Leaders Develop Others and Themselves

I’m reviewing ideas in the book The Leadership Code: 5 Rules to Lead By, (Harvard Business Press, 2011) Dave Ulrich, Norm Smallwood and Kate Sweetman. All leaders who want to be effective should function well as a strategist (shape the future), an executor (get things done), a talent manager (bring out the best in people), and as a human capitol developer (prepare for the next generation). And, as a foundation for these roles, an effective leader must excel at their own personal proficiency (they must invest in their own learning and development in order to lead others well). In a previous post I reviewed Rule 1: Shape the future and Rule 2: Make things happen. Here are rules 3, 4, and 5. Rule 3: Engage today’s talent. As a talent manager, you’re in charge of optimizing teams’ performance. You must answer the question, “Who goes with us on our business journey?” You need to know how to identify, build and engage talent for immediate results. How can you bring out the best in people? Do you know which skills are required and where to find talent in your organization? How can you best develop and engage people, guaranteeing that they turn in their best efforts? When you excel at talent management, you generate personal, professional and organizational loyalty. Talent thrives when you provide nurturing and developmental opportunities. Rule 4: Build the next generation. As a human-capital developer, you’ll need to plan for the next generation. You must answer the question, “Who stays and sustains the organization for the next generation?” Just as talent managers ensure shorter-term results through people,...

A Framework for Leadership

Are leaders born or made? I could argue for both positions. In the work I do corporate coaching, I’ve seen some naturally gifted leaders, and some who’ve simply worked hard and grown into excellence. The real issue is that all leaders can improve. Whether you’re a seasoned executive or a high-potential team member, you can boost your performance in five crucial leadership areas. I’ve seen this happen. I’ve been working with high potential people who’ve made some amazing improvements through executive coaching. More than half a million business books deal with leadership acumen, but studying the most respected experts’ ideas reveals a consensus on the foremost functions required for effectiveness. In The Leadership Code: 5 Rules to Lead By, (Harvard Business Press, 2011) Dave Ulrich, Norm Smallwood and Kate Sweetman have synthesized current thinking on leadership and developed a framework that blends idealism with realism. They’ve distilled leadership into five core roles, regardless of one’s industry or business environment: Strategist Leaders shape the future. Executor Leaders make things happen. Talent manager Leaders engage today’s talent. Human-capital developer Leaders build the next generation. Personal proficiency Leaders invest in their own development. Having a framework for the most essential leadership skills will help you avoid quick fixes and business-book fads. While the scope of leadership may seem overwhelming, these five golden rules provide much-needed focus. Leaders must excel in many areas: innovative strategies, long-term customer relationships, quality execution, high-performing teams and accountability. They need to manage people, communicate well, engage and inspire others, exercise keen judgment and decision-making, excel at emotional intelligence and demonstrate ethical integrity. It’s easy to get lost...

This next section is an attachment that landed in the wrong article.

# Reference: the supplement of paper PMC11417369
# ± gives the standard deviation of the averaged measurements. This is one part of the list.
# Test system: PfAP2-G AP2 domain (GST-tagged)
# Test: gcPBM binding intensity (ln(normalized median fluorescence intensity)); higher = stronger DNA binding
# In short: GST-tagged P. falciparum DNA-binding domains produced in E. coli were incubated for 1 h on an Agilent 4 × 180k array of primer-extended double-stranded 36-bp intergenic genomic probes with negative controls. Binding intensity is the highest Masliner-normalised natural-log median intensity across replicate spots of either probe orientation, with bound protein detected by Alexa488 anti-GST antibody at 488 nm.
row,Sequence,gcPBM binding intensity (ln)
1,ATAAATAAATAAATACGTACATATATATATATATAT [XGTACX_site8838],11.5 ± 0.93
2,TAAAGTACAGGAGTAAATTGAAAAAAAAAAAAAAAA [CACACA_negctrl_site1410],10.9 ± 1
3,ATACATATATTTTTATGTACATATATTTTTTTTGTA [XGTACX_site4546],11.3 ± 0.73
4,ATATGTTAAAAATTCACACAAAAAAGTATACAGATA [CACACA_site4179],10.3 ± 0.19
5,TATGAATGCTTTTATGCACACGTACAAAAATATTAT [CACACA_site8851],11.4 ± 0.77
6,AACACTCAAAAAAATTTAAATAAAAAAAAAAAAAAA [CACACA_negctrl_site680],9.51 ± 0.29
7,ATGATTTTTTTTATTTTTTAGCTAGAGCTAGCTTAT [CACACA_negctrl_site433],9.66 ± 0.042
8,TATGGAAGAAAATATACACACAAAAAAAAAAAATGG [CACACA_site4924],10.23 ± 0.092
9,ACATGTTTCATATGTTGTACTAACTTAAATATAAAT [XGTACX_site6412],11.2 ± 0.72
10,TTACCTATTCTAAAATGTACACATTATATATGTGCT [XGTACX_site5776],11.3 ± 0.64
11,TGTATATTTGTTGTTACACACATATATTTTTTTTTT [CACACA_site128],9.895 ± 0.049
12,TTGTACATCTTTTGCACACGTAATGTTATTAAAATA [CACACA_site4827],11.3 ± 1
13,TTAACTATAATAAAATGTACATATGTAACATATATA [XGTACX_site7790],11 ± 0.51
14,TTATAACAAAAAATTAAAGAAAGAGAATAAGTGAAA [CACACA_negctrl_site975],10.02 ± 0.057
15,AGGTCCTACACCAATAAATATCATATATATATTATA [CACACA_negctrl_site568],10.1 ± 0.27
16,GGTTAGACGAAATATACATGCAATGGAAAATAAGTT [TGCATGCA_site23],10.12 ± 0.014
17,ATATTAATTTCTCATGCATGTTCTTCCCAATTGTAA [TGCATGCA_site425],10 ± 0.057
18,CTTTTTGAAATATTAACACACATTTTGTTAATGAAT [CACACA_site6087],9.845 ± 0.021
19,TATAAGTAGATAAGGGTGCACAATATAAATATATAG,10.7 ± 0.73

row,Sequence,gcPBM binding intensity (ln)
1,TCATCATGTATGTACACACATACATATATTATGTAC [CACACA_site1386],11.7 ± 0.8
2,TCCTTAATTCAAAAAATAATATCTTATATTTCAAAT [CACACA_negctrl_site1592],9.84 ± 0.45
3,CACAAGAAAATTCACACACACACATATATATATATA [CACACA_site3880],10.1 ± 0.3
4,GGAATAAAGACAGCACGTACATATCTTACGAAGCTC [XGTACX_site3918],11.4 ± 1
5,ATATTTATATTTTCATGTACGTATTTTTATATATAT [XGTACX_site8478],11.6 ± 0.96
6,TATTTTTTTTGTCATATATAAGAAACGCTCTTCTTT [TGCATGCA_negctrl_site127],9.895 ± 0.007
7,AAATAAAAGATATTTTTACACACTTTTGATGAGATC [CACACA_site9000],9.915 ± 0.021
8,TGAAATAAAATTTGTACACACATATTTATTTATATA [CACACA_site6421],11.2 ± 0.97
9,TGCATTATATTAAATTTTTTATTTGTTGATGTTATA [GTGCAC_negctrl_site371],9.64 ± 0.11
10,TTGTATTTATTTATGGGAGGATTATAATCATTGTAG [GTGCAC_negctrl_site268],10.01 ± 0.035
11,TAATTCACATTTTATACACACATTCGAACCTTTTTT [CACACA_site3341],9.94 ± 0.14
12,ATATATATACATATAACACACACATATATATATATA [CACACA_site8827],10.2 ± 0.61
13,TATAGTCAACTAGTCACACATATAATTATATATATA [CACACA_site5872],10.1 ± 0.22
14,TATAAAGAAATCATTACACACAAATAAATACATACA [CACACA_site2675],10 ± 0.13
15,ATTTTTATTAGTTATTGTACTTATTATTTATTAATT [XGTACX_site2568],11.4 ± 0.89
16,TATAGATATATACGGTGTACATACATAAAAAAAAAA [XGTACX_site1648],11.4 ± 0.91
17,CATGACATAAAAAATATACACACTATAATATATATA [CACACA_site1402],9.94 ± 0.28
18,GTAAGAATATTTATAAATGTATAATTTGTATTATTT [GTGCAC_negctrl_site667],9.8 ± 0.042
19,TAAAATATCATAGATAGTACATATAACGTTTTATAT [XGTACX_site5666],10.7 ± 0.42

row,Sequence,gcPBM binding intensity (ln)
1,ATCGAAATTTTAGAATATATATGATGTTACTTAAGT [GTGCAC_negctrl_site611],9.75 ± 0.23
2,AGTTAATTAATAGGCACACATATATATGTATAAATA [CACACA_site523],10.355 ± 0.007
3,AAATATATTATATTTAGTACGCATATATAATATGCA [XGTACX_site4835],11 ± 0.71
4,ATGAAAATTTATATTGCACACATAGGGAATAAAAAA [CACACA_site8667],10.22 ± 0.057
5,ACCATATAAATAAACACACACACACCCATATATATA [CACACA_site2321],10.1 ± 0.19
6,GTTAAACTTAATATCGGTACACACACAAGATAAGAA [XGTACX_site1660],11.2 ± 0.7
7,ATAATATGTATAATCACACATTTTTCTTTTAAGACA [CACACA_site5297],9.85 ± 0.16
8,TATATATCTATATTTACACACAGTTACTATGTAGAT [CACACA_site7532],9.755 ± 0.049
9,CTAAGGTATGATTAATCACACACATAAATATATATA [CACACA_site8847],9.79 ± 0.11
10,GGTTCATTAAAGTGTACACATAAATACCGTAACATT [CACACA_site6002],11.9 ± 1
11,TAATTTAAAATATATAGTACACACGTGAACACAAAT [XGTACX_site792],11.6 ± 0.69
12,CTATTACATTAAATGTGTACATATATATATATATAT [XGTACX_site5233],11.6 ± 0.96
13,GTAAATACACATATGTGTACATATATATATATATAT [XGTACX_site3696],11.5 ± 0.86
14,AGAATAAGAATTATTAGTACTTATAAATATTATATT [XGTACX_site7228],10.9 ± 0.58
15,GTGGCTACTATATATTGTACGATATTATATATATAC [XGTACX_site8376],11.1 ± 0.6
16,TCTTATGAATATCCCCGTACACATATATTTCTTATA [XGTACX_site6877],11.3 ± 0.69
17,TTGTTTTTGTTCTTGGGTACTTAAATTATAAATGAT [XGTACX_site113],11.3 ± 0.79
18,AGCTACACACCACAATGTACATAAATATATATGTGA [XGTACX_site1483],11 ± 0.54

Foresight: Survival of the Optimists

“Optimists have a sixth sense for possibilities that realists can’t or won’t see.” ~ Warren Bennis, leadership professor. There is a dramatic difference between people who react to roadblocks with a sense of futility and pessimism and those who react with determination and optimism. Psychologist Martin Seligman has validated that the most successful business leaders are inspired by a sense of optimism. I can say that of the corporate coaching clients I’ve worked with , the ones who succeed most often display a sense of realistic optimism. They are grounded in reality, but see things in a positive light. Setbacks are temporary, impersonal, and challenges to be overcome. Those who learn to be optimistic about life and work are far more likely to be successful than those who view a current event through the pessimist’s lens. Being optimistic doesn’t mean ignoring reality or the hardships required to get great results. Leaders can define a business reality, yet defy a negative verdict. By being optimists, leaders give people the hope, energy and strength needed to carry on. The more you understand reality, the more prepared you are to endure hardships and adversity. Optimism, and a vision for what’s possible, supplies the energy to keep going, persist through challenges and come out on the other side. One of the best ways to expand your potential leadership abilities is to work with an executive coach, who can help you see what you don’t yet see. An experienced coach will stimulate your thinking and conversations about what’s possible. You Can See Forever To become a better leader, or to be seen as a...